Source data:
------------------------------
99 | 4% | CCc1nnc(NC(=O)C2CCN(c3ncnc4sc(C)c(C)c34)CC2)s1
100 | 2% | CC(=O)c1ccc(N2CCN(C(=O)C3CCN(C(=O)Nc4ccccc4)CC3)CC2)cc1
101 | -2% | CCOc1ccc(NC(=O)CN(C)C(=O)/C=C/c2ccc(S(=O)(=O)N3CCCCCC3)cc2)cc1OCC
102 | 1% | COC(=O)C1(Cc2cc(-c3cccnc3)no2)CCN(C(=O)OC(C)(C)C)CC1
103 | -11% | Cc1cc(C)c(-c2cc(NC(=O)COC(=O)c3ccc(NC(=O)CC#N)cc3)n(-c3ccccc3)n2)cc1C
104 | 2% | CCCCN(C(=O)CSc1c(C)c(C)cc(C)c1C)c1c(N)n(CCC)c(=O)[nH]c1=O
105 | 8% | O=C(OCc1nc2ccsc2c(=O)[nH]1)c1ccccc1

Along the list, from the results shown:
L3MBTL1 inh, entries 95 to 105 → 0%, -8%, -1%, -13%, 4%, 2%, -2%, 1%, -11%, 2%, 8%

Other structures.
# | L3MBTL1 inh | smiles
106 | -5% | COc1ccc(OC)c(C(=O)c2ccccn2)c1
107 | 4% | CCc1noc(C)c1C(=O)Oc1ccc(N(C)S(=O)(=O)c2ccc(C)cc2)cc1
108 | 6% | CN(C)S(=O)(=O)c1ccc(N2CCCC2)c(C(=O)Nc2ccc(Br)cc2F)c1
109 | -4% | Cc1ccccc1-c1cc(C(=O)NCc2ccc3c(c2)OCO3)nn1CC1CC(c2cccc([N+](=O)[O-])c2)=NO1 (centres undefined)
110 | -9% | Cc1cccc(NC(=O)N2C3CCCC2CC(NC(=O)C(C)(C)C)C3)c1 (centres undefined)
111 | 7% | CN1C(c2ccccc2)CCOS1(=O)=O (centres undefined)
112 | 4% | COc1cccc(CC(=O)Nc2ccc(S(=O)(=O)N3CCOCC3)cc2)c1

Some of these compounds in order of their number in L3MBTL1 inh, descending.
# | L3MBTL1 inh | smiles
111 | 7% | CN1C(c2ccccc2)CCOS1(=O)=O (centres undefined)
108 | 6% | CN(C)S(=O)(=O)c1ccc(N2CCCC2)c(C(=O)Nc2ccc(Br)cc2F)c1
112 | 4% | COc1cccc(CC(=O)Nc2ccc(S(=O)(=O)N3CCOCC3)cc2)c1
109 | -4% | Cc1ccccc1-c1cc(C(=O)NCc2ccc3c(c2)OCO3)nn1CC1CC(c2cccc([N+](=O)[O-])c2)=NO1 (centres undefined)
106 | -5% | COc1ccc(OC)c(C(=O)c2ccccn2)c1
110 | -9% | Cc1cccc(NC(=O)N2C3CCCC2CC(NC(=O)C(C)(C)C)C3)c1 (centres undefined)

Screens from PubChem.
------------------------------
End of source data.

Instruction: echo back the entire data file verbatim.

99 | 4% | CCc1nnc(NC(=O)C2CCN(c3ncnc4sc(C)c(C)c34)CC2)s1
100 | 2% | CC(=O)c1ccc(N2CCN(C(=O)C3CCN(C(=O)Nc4ccccc4)CC3)CC2)cc1
101 | -2% | CCOc1ccc(NC(=O)CN(C)C(=O)/C=C/c2ccc(S(=O)(=O)N3CCCCCC3)cc2)cc1OCC
102 | 1% | COC(=O)C1(Cc2cc(-c3cccnc3)no2)CCN(C(=O)OC(C)(C)C)CC1
103 | -11% | Cc1cc(C)c(-c2cc(NC(=O)COC(=O)c3ccc(NC(=O)CC#N)cc3)n(-c3ccccc3)n2)cc1C
104 | 2% | CCCCN(C(=O)CSc1c(C)c(C)cc(C)c1C)c1c(N)n(CCC)c(=O)[nH]c1=O
105 | 8% | O=C(OCc1nc2ccsc2c(=O)[nH]1)c1ccccc1

Along the list, from the results shown:
L3MBTL1 inh, entries 95 to 105 → 0%, -8%, -1%, -13%, 4%, 2%, -2%, 1%, -11%, 2%, 8%

Other structures.
# | L3MBTL1 inh | smiles
106 | -5% | COc1ccc(OC)c(C(=O)c2ccccn2)c1
107 | 4% | CCc1noc(C)c1C(=O)Oc1ccc(N(C)S(=O)(=O)c2ccc(C)cc2)cc1
108 | 6% | CN(C)S(=O)(=O)c1ccc(N2CCCC2)c(C(=O)Nc2ccc(Br)cc2F)c1
109 | -4% | Cc1ccccc1-c1cc(C(=O)NCc2ccc3c(c2)OCO3)nn1CC1CC(c2cccc([N+](=O)[O-])c2)=NO1 (centres undefined)
110 | -9% | Cc1cccc(NC(=O)N2C3CCCC2CC(NC(=O)C(C)(C)C)C3)c1 (centres undefined)
111 | 7% | CN1C(c2ccccc2)CCOS1(=O)=O (centres undefined)
112 | 4% | COc1cccc(CC(=O)Nc2ccc(S(=O)(=O)N3CCOCC3)cc2)c1

Some of these compounds in order of their number in L3MBTL1 inh, descending.
# | L3MBTL1 inh | smiles
111 | 7% | CN1C(c2ccccc2)CCOS1(=O)=O (centres undefined)
108 | 6% | CN(C)S(=O)(=O)c1ccc(N2CCCC2)c(C(=O)Nc2ccc(Br)cc2F)c1
112 | 4% | COc1cccc(CC(=O)Nc2ccc(S(=O)(=O)N3CCOCC3)cc2)c1
109 | -4% | Cc1ccccc1-c1cc(C(=O)NCc2ccc3c(c2)OCO3)nn1CC1CC(c2cccc([N+](=O)[O-])c2)=NO1 (centres undefined)
106 | -5% | COc1ccc(OC)c(C(=O)c2ccccn2)c1
110 | -9% | Cc1cccc(NC(=O)N2C3CCCC2CC(NC(=O)C(C)(C)C)C3)c1 (centres undefined)

Screens from PubChem.